Their findings about Toxoplasma gondii and toxoplasmosis were published recently in three major scientific journals. Nature published a paper Dec. 20 in its advanced online version. Science published a paper on Dec. 15 and PLoS Pathogens on Oct. 27.
"It's not often you get such a cluster of papers coming out," said Michael White, one of the authors and an MSU professor of veterinary molecular biology. He added that MSU researchers will have another opportunity to explain the studies when they host an international conference on toxoplasmosis from June 29-July 2 at Chico Hot Springs.
Toxoplasmosis is normally associated with medical advice that pregnant women avoid changing cat litter, but it's gaining new attention because of the AIDS epidemic and bioterrorism, the researchers said. Severe toxoplasmosis can cause AIDS patients to go into a deep dementia and become unconscious of their surroundings.
"It's one of the worst syndromes an AIDS patient can die from," said Jay Radke, another of the MSU authors.
Toxoplasmosis is a disease caused by the parasite Toxoplasma gondii. Symptoms usually appear only in people with weakened immune systems, but on rare occasions, healthy people suffer serious eye and central nervous system problems from toxoplasmosis. Their babies can have birth defects. White said toxoplasmosis also may be linked to some cases of schizophrenia and bipolar disease. It can kill livestock and has devastated efforts to restore sea otters near Monterey, Calif. Because it's common, yet complex, toxoplasmosis is a potential weapon for bioterrorists.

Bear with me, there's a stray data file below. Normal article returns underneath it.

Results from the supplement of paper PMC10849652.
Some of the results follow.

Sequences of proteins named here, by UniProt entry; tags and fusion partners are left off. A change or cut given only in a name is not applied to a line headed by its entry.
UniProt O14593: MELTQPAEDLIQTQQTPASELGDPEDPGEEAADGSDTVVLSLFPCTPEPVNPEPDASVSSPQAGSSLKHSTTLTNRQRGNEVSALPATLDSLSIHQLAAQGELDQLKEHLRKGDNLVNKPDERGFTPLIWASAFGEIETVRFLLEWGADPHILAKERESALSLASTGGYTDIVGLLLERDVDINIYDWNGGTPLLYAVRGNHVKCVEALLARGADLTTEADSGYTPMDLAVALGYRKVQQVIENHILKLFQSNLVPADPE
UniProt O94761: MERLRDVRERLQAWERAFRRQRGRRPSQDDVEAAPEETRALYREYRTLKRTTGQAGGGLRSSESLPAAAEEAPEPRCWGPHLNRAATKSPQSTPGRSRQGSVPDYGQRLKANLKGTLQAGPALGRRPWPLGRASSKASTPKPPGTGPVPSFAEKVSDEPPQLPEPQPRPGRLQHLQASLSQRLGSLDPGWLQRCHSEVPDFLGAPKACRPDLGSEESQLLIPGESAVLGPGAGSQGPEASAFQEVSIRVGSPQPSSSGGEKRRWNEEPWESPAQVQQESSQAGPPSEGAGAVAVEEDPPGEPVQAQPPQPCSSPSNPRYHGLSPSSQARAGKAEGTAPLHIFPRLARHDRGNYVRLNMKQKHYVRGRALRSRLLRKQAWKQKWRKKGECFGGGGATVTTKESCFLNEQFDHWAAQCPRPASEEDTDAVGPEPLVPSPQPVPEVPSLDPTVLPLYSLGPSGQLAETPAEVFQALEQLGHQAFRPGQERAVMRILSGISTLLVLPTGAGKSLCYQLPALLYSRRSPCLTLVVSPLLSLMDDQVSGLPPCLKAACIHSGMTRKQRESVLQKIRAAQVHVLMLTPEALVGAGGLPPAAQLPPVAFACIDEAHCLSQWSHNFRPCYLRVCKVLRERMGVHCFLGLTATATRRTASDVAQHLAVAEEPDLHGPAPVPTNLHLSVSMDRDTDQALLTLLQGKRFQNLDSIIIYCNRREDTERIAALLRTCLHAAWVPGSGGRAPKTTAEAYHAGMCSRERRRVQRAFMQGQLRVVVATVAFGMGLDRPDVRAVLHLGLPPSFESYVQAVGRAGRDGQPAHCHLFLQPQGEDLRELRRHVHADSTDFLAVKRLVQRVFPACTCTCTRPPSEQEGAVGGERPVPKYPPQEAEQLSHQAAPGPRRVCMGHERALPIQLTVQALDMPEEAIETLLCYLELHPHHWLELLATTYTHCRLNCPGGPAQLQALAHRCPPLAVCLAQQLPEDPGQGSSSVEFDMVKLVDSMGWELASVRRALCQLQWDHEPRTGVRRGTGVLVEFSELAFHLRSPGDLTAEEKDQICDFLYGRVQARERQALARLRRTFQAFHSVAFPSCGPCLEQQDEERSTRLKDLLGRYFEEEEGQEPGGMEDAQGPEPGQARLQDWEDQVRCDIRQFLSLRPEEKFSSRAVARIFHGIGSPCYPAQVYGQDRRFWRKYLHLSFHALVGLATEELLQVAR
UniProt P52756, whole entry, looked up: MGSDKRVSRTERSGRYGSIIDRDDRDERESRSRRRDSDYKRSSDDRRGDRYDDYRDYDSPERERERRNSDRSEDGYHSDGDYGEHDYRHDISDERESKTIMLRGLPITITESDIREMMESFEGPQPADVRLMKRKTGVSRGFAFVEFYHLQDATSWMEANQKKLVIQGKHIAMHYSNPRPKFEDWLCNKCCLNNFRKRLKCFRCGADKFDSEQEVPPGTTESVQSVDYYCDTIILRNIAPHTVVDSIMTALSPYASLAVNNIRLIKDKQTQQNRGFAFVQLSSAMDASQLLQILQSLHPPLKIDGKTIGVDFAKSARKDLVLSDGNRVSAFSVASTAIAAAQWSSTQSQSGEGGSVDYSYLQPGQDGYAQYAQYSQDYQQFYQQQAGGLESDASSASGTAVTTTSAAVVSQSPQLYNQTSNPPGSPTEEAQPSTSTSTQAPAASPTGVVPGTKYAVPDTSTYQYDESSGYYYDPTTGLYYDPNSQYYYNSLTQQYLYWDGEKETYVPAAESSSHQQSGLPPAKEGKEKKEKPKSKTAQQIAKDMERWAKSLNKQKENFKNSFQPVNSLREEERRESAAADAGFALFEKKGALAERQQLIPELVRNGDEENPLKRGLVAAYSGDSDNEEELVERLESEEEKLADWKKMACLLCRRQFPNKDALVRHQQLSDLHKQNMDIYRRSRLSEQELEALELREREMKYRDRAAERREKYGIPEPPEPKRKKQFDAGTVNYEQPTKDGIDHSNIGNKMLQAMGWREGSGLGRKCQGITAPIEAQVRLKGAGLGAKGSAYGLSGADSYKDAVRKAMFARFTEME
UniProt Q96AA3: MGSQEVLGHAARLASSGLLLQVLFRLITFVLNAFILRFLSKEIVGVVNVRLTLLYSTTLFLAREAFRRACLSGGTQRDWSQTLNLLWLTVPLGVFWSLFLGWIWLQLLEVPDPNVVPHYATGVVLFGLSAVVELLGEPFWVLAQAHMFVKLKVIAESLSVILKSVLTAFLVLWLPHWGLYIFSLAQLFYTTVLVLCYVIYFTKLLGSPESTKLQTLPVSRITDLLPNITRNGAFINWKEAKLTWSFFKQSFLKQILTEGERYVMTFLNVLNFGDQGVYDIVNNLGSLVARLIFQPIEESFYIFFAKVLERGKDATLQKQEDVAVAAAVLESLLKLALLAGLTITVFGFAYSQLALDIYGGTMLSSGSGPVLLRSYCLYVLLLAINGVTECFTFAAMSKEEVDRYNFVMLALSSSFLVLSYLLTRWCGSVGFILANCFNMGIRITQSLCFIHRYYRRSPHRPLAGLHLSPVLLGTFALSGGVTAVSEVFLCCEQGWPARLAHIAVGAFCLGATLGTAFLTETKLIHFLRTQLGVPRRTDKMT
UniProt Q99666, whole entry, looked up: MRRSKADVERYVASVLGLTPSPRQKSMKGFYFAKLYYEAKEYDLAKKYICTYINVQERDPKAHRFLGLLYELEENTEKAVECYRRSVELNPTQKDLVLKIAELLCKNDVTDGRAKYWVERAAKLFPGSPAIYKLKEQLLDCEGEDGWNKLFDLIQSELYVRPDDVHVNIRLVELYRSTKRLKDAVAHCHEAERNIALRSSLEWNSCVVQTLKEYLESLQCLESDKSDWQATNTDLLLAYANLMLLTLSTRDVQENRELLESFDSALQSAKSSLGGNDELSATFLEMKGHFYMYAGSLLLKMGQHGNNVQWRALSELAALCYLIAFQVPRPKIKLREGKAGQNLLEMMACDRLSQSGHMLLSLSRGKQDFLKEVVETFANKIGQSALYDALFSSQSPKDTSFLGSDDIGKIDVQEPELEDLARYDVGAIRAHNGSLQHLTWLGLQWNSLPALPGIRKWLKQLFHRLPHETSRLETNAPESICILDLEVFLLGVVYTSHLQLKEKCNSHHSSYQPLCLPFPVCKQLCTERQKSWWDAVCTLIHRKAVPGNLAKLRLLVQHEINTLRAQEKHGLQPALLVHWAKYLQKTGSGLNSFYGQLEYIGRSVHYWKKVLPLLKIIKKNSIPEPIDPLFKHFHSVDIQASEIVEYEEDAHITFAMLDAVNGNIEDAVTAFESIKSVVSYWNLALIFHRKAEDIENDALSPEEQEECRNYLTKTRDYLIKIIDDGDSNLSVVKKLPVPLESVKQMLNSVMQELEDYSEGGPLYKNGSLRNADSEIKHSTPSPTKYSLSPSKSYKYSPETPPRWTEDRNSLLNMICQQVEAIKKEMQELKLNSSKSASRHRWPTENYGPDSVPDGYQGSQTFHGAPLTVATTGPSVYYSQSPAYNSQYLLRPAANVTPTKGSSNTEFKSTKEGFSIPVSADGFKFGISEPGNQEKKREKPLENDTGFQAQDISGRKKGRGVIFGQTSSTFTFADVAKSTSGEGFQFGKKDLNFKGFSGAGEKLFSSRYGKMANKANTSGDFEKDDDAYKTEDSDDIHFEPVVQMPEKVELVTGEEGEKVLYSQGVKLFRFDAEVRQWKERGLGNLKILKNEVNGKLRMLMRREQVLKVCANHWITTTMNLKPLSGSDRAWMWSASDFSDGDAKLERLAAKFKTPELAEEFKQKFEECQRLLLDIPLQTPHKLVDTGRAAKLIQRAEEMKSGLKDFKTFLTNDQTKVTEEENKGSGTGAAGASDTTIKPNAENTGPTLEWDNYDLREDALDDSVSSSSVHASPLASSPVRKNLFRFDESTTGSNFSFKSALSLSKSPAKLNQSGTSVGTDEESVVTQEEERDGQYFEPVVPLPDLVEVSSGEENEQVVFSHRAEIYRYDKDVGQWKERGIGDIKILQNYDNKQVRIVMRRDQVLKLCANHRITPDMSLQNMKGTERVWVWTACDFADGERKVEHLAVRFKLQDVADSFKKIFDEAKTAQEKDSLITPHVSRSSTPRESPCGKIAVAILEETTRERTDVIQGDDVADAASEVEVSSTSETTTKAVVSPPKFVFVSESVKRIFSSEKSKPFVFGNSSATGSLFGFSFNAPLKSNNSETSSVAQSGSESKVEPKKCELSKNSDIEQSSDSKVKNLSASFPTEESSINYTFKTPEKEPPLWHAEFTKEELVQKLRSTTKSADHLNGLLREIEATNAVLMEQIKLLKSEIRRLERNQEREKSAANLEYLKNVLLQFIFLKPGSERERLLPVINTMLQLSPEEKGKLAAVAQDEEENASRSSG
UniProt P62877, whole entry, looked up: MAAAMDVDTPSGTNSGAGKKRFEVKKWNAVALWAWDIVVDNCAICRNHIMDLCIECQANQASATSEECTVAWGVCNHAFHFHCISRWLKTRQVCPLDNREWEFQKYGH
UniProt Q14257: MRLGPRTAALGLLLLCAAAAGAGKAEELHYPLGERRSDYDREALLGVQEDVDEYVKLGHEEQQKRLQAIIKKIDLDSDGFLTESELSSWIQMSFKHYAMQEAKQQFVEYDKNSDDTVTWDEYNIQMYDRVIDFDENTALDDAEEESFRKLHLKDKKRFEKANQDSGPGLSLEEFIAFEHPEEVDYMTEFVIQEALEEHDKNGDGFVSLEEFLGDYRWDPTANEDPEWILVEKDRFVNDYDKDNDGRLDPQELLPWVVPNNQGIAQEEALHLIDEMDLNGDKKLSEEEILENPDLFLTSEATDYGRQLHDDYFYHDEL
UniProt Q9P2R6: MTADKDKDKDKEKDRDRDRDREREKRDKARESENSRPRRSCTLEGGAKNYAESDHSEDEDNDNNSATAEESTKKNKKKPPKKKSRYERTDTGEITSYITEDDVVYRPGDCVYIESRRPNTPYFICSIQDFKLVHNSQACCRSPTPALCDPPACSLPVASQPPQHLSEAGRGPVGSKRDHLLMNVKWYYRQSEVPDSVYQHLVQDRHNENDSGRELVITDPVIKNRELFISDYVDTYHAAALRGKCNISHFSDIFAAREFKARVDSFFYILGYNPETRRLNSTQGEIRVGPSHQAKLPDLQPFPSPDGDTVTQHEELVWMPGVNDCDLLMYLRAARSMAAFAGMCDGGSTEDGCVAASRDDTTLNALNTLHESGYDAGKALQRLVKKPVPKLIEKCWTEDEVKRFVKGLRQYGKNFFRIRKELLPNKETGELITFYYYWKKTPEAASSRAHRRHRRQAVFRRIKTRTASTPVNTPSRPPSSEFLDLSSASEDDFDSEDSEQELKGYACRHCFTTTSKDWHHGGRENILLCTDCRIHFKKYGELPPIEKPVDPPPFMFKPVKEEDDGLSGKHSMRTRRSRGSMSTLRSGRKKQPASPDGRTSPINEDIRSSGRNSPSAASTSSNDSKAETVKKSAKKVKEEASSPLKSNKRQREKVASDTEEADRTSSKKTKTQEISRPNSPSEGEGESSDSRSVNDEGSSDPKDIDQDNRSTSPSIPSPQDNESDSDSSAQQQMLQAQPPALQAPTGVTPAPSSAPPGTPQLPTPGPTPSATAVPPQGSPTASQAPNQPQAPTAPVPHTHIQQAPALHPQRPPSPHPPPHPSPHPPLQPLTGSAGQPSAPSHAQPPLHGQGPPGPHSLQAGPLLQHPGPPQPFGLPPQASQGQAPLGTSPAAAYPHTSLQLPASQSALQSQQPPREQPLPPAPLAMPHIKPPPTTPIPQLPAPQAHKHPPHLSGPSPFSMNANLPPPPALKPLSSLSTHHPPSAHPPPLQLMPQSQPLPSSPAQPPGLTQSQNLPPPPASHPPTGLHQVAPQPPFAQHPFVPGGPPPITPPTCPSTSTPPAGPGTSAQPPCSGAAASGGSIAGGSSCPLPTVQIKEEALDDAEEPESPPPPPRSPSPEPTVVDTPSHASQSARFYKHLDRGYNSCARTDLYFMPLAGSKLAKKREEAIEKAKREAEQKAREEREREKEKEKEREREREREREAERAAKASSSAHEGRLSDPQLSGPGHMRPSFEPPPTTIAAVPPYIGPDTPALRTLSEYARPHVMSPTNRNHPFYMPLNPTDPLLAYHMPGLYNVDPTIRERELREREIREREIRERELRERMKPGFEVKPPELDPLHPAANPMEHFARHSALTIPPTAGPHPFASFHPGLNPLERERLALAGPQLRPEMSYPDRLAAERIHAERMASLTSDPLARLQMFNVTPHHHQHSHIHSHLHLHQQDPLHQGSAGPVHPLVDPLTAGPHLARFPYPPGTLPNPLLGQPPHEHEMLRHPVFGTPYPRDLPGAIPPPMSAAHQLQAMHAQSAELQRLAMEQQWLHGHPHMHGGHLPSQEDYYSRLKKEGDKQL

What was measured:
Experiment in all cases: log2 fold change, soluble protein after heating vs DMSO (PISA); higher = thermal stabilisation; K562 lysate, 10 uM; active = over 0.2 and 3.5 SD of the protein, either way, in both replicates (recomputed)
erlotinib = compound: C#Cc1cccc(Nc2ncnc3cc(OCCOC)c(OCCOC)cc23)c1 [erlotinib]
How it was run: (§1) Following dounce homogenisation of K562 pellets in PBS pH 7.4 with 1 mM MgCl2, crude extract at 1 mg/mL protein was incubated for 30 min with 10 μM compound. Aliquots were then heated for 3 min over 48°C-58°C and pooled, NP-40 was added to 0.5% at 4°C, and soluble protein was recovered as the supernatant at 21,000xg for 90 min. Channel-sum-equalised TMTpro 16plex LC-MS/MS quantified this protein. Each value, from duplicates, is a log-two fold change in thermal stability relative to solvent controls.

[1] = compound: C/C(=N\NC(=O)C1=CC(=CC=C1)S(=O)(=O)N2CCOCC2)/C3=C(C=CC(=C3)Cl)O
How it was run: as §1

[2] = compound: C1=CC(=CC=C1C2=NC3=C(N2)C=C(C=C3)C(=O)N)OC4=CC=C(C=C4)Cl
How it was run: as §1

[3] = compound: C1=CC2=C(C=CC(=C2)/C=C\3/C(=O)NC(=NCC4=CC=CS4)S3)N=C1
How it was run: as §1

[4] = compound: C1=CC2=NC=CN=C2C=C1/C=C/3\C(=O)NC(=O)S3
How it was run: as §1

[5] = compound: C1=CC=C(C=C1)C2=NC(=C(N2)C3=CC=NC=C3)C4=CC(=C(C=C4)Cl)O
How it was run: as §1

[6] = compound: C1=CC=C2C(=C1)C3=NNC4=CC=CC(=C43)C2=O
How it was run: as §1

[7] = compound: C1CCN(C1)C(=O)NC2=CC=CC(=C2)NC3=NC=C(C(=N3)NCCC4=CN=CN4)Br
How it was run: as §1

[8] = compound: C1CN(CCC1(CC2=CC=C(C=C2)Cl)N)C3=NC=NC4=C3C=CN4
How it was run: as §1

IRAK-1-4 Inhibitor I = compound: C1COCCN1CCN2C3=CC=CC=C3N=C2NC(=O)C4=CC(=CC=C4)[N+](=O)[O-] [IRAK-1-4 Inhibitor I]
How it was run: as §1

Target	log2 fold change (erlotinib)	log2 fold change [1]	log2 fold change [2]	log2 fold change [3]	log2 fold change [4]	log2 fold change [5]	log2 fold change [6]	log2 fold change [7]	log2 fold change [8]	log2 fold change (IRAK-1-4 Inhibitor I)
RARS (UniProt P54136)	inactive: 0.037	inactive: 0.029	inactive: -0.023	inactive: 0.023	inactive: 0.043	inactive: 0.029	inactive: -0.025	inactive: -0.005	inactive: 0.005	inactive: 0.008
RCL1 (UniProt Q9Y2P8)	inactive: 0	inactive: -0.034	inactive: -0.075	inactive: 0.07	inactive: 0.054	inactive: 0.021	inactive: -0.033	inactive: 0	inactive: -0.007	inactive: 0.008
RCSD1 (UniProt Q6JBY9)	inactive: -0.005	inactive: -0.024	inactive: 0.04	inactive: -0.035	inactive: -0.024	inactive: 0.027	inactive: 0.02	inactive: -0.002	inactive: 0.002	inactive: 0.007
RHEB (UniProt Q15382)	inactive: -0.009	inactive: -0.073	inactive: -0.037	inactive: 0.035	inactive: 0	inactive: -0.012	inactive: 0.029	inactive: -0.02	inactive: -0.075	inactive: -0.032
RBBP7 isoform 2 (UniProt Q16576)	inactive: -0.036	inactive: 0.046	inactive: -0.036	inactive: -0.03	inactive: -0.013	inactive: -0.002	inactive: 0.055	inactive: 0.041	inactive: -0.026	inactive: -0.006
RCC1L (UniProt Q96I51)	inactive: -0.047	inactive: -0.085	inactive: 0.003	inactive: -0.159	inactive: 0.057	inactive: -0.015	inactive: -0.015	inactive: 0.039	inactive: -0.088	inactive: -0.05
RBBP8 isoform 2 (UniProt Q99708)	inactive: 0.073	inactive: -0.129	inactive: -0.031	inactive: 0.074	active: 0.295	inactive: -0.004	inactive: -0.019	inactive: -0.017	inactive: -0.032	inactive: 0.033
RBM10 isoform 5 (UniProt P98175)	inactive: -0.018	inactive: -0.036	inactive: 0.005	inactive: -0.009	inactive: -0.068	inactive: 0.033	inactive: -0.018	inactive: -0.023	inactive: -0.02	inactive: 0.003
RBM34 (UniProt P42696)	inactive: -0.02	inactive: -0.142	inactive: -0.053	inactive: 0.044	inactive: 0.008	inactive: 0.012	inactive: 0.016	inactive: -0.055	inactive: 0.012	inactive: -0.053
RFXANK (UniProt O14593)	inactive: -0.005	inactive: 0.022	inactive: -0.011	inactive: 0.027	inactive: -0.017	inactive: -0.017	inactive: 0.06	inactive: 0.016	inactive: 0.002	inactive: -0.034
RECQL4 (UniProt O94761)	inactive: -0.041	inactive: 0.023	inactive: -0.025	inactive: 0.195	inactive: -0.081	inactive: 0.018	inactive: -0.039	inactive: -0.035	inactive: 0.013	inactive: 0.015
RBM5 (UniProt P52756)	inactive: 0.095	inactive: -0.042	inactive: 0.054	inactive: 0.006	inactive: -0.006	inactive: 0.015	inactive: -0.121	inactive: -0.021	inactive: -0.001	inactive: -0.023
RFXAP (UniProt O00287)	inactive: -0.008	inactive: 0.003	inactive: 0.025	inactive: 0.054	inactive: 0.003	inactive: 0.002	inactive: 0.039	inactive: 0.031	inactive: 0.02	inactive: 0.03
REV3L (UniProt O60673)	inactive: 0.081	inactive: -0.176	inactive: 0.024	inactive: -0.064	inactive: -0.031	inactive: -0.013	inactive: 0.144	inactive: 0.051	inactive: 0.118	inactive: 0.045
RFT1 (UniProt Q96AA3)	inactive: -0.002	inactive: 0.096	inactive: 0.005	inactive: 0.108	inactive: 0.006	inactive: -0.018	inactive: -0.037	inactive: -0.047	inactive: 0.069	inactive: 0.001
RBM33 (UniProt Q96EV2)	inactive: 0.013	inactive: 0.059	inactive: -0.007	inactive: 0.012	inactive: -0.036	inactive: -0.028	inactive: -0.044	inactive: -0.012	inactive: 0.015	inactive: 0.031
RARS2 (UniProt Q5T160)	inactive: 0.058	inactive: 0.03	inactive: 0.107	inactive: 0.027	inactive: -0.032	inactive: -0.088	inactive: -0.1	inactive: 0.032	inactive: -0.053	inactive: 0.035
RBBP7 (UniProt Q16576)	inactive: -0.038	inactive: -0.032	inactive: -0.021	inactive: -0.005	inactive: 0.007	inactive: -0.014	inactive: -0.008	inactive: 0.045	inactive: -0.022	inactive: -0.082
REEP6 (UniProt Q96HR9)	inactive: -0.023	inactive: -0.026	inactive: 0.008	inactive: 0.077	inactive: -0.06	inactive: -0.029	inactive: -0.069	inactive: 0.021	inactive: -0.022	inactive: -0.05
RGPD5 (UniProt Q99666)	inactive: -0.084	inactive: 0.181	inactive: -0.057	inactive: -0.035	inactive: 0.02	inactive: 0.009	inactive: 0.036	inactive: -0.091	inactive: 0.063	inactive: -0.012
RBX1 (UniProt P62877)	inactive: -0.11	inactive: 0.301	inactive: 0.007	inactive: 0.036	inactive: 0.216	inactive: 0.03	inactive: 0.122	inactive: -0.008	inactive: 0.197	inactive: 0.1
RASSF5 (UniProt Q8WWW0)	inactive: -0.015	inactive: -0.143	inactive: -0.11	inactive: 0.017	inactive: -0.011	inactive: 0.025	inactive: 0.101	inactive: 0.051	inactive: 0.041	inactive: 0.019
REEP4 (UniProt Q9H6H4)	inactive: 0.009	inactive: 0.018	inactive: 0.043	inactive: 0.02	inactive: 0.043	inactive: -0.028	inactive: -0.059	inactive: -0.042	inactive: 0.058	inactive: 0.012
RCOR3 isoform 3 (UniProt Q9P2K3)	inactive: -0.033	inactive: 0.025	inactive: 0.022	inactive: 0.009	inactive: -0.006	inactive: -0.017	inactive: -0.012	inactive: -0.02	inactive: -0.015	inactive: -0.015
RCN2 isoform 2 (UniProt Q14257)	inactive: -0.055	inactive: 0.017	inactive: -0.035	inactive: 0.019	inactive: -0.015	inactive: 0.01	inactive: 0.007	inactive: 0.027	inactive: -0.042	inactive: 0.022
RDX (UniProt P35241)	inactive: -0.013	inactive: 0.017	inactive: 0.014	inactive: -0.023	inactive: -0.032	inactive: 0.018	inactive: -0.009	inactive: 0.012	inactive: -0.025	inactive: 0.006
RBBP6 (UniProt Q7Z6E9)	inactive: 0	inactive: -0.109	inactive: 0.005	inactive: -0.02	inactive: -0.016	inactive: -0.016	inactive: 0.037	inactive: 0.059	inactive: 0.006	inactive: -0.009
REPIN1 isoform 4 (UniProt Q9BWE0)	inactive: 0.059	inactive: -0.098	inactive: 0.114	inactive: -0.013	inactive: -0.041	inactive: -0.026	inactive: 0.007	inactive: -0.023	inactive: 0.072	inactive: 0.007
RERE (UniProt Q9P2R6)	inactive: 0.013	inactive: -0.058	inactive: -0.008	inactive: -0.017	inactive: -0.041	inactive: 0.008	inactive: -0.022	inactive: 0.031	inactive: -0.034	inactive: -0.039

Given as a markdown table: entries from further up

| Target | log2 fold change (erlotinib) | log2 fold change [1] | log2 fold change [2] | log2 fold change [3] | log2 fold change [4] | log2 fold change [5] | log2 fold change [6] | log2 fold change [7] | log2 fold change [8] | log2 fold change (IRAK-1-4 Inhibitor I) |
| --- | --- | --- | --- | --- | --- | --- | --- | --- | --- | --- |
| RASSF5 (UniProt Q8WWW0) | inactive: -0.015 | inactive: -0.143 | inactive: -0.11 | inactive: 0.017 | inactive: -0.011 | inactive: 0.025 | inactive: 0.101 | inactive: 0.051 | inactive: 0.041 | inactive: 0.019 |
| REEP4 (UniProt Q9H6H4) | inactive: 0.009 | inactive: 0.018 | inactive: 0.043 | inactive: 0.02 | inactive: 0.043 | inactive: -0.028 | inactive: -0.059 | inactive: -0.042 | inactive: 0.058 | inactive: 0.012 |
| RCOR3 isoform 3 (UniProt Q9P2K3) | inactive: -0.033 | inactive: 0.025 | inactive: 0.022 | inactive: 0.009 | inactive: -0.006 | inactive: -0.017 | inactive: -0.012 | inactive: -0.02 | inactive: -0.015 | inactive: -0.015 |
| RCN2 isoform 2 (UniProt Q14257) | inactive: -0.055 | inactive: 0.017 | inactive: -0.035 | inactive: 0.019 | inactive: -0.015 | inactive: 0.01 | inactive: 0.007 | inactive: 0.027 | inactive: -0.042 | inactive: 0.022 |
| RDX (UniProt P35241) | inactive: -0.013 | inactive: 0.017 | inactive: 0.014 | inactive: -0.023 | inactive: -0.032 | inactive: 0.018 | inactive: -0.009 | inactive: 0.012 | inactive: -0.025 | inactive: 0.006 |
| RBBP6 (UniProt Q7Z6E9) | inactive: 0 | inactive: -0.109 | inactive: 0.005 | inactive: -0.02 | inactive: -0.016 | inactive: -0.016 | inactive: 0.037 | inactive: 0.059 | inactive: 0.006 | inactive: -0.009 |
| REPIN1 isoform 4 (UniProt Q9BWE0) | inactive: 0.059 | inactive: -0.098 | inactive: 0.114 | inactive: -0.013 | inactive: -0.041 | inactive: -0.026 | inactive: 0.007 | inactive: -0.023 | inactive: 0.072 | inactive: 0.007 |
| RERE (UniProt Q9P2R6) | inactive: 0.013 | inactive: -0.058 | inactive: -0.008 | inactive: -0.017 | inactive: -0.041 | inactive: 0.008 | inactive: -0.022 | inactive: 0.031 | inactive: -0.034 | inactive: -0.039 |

People usually acquire toxoplasmosis by eating commercial meat or drinking water that's contaminated with Toxoplasma gondii, White said. They can also pick it up by handling soil or anything that has come in contact with cat feces.
"It's a complex cell just likes ours in terms of metabolism and biochemistry, which makes it a tough nut to crack," White said.
The recently-published studies show that molecular interactions between the parasite and host directly regulate the disease's severity, White said. Genes from the parasite also disrupt signals in the host's immune system and control the establishment of life-long chronic disease.